Megan Dearden is COMPASS’ Administrative Assistant. Megan provides administrative support across the COMPASS team and for a variety of projects, including the upcoming Wilburforce Fellowship in Conservation Science. She says, “I focus on the details to ensure that the logistics of COMPASS’ programs run smoothly and efficiently.” Megan joined the team earlier this year and she’s excited to support COMPASS’ mission. “I’ve always been fascinated by societies’ organizations and institutions, and I’m grateful to be able to see first-hand how COMPASS works to bridge the gap between science and society at large.”
A bit more about Megan… [Read more...]
Are you a conservation scientist working in Western North America who wants to hone your skills as a communicator?
Do you have ambitious conservation goals?
Do you want to expand your network to include journalists, policymakers and other players to achieve them?
Would you like ongoing coaching over the course of a year as well as support and inspiration from other scientists?
If this is you, we hope you’ll apply for the new Wilburforce Fellowship, which will provide in-depth COMPASS training for 20 conservation scientists from April 19 – 24, 2015 in Seattle.
The Wilburforce Foundation, in partnership with COMPASS, is offering this fellowship to help environmental scientists form a powerful community of leaders who can develop their skills, build their networks and achieve conservation solutions in the West. [Read more...]
Science plays many roles in the policymaking process. Describing those roles is often harder than I expect. While attending the North American Congress of Conservation Biology (NACCB) in July, I was introduced to a new – and helpful – description of those roles, during a talk by Stephen Posner. Stephen is a PhD candidate at the Gund Institute at the University of Vermont. Like COMPASS, the Gund Institute works at the boundary between new knowledge and emerging solutions to pressing environmental challenges. Much of their work takes place through the lens of “ecosystem services”, a way of thinking about how people’s needs, desires, and actions relate to the natural world upon which we all depend. Stephen investigates how knowledge and understanding of ecosystem services is actually used in policymaking. [Read more...]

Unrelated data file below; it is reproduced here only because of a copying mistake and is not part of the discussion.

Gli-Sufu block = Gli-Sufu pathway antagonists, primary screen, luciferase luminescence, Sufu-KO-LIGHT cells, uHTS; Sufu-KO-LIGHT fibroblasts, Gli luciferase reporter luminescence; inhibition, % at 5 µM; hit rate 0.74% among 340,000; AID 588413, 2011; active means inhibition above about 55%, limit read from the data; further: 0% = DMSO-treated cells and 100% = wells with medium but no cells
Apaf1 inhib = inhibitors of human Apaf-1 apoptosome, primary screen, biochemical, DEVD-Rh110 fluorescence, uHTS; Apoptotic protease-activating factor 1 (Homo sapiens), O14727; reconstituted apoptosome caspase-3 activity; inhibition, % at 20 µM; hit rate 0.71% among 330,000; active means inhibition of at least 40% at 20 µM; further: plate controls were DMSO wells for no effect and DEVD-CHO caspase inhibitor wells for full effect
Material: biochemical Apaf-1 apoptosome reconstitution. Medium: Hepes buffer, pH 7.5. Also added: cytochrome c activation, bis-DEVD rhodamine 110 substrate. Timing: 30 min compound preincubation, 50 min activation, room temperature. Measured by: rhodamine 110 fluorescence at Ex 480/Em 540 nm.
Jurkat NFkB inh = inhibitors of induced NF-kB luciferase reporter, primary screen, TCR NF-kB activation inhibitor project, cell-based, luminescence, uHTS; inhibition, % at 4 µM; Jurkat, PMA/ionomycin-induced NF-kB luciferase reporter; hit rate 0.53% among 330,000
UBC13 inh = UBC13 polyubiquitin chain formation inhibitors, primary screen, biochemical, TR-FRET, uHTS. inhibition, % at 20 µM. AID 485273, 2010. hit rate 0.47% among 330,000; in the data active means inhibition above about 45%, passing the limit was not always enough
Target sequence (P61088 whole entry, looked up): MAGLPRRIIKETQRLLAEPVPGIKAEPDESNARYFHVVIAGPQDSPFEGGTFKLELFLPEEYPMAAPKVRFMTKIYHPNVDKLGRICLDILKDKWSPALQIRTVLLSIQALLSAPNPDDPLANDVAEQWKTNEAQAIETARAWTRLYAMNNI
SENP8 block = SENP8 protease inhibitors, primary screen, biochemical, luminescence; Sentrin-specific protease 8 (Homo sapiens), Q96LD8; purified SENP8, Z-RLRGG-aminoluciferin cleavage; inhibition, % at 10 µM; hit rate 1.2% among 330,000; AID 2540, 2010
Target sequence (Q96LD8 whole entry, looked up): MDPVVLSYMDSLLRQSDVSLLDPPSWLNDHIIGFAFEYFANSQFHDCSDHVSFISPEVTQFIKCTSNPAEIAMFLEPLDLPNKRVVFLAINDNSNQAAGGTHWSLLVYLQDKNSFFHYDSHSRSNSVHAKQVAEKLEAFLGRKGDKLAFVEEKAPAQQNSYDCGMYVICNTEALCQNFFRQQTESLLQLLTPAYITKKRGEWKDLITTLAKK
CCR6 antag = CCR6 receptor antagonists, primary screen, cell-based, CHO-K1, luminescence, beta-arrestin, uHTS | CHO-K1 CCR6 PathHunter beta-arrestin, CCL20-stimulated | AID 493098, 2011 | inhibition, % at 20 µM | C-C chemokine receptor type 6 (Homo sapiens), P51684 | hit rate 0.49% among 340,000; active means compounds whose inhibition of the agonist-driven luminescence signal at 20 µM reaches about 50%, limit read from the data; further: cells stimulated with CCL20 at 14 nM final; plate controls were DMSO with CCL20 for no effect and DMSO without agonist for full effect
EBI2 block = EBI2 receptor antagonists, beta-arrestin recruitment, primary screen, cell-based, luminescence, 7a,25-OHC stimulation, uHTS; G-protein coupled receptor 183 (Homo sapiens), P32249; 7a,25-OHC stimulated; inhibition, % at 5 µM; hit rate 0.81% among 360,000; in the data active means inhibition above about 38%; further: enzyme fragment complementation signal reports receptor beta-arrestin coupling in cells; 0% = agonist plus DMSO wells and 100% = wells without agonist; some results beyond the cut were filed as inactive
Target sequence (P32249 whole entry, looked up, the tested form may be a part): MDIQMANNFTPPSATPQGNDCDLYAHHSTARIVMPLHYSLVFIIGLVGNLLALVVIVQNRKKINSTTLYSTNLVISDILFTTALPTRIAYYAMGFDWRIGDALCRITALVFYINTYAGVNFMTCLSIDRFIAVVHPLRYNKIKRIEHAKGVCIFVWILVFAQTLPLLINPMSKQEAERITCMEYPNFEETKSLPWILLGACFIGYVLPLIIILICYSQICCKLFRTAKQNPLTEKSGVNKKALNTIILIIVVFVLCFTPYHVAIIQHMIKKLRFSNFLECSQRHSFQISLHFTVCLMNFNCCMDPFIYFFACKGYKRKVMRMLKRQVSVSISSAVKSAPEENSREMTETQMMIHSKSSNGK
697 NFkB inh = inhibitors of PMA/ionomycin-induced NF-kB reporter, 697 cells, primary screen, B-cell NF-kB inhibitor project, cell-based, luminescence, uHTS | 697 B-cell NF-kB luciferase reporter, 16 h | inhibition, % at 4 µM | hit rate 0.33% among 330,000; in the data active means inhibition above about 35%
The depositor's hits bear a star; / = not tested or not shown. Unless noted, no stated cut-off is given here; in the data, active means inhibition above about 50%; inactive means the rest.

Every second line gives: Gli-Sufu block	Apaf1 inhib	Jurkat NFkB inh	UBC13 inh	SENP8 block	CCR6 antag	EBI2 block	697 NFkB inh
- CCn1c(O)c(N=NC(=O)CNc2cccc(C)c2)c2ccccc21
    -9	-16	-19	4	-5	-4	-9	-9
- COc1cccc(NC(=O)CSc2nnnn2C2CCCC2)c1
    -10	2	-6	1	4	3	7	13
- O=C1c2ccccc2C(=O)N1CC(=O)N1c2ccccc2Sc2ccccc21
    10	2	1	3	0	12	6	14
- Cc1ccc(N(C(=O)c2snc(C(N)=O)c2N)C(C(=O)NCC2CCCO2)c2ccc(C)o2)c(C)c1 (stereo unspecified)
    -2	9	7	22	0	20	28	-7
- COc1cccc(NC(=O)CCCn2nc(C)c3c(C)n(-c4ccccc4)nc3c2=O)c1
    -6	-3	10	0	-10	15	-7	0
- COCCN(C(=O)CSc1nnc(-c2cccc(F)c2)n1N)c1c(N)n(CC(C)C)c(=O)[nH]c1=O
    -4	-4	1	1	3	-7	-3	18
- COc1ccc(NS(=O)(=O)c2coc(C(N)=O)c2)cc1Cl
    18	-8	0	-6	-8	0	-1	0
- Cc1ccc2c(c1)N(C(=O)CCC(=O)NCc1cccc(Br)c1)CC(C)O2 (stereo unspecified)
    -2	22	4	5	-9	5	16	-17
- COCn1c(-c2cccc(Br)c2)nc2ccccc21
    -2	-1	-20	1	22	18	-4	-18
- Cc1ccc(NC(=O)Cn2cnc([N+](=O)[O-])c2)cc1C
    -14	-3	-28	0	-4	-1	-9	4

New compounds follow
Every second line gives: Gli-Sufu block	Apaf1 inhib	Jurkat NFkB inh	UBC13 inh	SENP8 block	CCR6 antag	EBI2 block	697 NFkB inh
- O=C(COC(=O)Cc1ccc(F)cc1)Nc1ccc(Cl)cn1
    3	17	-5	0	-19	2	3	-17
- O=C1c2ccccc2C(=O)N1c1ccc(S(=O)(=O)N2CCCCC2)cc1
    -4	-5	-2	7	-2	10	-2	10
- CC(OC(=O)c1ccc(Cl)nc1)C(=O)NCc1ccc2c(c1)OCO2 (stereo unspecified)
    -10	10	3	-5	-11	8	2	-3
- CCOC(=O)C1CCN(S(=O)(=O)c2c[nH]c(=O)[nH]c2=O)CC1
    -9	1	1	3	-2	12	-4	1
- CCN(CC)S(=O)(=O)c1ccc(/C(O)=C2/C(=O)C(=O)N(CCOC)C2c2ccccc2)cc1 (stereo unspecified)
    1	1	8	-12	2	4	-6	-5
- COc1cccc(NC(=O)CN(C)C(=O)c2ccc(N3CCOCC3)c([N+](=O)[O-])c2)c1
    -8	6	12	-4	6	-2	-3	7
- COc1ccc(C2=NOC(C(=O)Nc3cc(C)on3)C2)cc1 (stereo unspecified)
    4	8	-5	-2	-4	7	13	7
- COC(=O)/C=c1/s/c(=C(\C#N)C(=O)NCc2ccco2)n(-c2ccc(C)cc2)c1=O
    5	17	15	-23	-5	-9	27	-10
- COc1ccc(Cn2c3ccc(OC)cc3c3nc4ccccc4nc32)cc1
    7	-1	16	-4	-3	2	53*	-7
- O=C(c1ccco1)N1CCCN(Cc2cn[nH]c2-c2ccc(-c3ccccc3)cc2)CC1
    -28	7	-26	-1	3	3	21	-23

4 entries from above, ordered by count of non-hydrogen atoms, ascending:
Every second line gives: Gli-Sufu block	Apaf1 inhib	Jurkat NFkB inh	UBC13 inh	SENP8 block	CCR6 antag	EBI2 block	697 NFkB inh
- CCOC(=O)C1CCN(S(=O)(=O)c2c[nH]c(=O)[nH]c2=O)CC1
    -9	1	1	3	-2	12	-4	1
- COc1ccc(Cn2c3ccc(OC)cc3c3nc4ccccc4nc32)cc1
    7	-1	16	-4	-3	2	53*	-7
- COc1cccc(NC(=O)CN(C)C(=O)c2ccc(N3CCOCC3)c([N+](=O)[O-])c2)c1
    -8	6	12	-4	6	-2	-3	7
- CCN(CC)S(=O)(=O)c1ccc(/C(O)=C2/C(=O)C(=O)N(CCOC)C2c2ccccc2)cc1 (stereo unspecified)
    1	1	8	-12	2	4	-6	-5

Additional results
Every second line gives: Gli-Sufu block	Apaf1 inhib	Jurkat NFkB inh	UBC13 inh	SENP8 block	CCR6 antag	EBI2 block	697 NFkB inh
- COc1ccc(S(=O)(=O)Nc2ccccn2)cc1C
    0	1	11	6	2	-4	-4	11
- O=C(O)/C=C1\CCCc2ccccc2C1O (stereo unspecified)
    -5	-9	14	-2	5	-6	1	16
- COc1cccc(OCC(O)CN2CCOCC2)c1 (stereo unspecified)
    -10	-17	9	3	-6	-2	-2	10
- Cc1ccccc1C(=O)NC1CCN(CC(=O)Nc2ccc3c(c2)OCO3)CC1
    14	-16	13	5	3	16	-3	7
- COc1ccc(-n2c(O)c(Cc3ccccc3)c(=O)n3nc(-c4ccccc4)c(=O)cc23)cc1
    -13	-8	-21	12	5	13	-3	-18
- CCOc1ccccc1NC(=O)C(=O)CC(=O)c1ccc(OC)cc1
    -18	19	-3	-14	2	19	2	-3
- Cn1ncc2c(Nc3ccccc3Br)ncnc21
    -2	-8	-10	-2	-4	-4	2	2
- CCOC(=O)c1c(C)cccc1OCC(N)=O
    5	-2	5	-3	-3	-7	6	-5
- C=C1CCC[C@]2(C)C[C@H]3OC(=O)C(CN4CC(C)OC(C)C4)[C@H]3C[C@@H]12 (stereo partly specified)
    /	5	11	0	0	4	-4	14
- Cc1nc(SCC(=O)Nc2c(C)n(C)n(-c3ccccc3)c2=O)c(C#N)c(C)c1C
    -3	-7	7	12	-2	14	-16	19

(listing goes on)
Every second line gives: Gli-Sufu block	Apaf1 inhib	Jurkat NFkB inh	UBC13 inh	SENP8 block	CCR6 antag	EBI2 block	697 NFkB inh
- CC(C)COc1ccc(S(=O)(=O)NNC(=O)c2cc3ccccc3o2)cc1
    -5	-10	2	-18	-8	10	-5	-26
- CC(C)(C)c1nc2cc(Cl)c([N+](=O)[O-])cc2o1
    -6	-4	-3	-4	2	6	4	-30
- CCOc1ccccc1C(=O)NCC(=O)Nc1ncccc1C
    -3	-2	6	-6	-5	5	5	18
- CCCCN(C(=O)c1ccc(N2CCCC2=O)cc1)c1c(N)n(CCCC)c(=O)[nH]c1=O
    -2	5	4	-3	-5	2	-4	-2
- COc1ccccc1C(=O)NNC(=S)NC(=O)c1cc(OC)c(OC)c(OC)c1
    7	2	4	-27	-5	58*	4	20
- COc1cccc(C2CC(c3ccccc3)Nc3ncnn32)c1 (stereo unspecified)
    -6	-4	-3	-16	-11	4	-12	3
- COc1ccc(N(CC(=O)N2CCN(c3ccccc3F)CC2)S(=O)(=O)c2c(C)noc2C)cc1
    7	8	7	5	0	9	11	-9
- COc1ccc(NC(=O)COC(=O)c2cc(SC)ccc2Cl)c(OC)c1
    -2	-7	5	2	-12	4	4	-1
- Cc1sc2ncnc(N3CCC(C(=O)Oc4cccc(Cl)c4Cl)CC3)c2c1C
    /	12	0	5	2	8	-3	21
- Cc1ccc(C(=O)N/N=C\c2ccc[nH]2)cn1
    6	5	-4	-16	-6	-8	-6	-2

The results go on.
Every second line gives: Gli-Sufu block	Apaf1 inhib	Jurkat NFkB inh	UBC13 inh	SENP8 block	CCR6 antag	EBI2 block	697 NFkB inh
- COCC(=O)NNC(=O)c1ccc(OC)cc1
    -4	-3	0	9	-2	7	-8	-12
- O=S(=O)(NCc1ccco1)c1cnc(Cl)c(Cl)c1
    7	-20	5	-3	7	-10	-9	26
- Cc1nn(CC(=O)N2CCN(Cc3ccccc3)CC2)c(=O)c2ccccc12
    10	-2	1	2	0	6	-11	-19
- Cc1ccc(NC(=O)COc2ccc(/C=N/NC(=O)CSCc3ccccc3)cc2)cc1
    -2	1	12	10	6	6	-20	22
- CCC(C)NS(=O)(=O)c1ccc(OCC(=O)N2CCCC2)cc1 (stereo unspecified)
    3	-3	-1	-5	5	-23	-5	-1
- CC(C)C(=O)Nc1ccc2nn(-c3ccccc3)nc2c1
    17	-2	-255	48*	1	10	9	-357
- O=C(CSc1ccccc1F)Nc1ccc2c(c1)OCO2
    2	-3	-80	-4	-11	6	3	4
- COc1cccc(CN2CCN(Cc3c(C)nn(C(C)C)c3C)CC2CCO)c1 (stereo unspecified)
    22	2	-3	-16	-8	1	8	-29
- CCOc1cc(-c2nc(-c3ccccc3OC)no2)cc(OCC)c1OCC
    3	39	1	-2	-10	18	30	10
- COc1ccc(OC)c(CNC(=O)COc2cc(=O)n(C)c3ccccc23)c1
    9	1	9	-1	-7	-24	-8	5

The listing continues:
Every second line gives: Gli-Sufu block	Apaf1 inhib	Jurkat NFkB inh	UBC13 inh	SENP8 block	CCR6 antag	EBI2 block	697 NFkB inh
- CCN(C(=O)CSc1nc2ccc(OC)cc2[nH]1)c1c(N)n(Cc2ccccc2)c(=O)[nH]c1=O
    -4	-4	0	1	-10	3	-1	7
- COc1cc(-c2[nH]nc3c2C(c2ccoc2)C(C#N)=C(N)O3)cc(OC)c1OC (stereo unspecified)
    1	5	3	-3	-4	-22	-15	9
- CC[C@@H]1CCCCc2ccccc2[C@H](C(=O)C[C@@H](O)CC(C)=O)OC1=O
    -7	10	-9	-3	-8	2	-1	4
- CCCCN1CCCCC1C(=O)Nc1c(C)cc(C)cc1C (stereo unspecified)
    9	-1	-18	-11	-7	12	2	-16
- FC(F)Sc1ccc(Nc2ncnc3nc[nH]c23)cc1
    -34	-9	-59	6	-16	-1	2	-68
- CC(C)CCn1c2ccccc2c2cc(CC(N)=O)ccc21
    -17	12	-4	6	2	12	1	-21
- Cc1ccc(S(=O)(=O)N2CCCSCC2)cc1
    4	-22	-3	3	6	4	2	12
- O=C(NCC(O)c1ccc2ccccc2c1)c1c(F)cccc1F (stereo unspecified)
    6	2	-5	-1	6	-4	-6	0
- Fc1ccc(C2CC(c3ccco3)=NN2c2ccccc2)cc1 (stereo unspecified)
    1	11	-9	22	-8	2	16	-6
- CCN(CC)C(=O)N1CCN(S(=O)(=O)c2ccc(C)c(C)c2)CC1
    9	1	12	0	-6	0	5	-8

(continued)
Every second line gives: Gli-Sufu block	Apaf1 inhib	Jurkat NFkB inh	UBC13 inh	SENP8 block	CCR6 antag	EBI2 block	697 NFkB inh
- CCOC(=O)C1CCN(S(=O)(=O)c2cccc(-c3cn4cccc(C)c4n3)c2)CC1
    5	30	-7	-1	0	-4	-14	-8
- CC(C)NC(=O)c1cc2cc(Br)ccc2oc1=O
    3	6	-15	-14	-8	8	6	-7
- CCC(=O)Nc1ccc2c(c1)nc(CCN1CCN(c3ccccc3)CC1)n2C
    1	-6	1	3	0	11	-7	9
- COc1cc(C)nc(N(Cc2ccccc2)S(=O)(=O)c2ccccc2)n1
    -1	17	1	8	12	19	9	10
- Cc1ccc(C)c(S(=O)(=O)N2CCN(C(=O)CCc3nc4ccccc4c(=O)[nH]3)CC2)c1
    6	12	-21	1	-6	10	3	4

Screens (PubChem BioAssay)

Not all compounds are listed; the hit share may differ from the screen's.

During the past few weeks I had the opportunity to attend two conferences that had related themes and took place literally across the street from each other, but in other ways were worlds apart. First was the Ecological Society of America’s Annual Meeting (#ESA2014), which was dominated by ecological scientists sharing their research. The following week, government officials, land managers, city planners, and NGO representatives met at the first ever California Adaptation Forum (#CAF14). While both conferences explored the possibility of finding solutions by forging new connections, there was still clearly a gap between those talking about the latest research on one side of the street and those trying to figure out how to implement it on the other. [Read more...]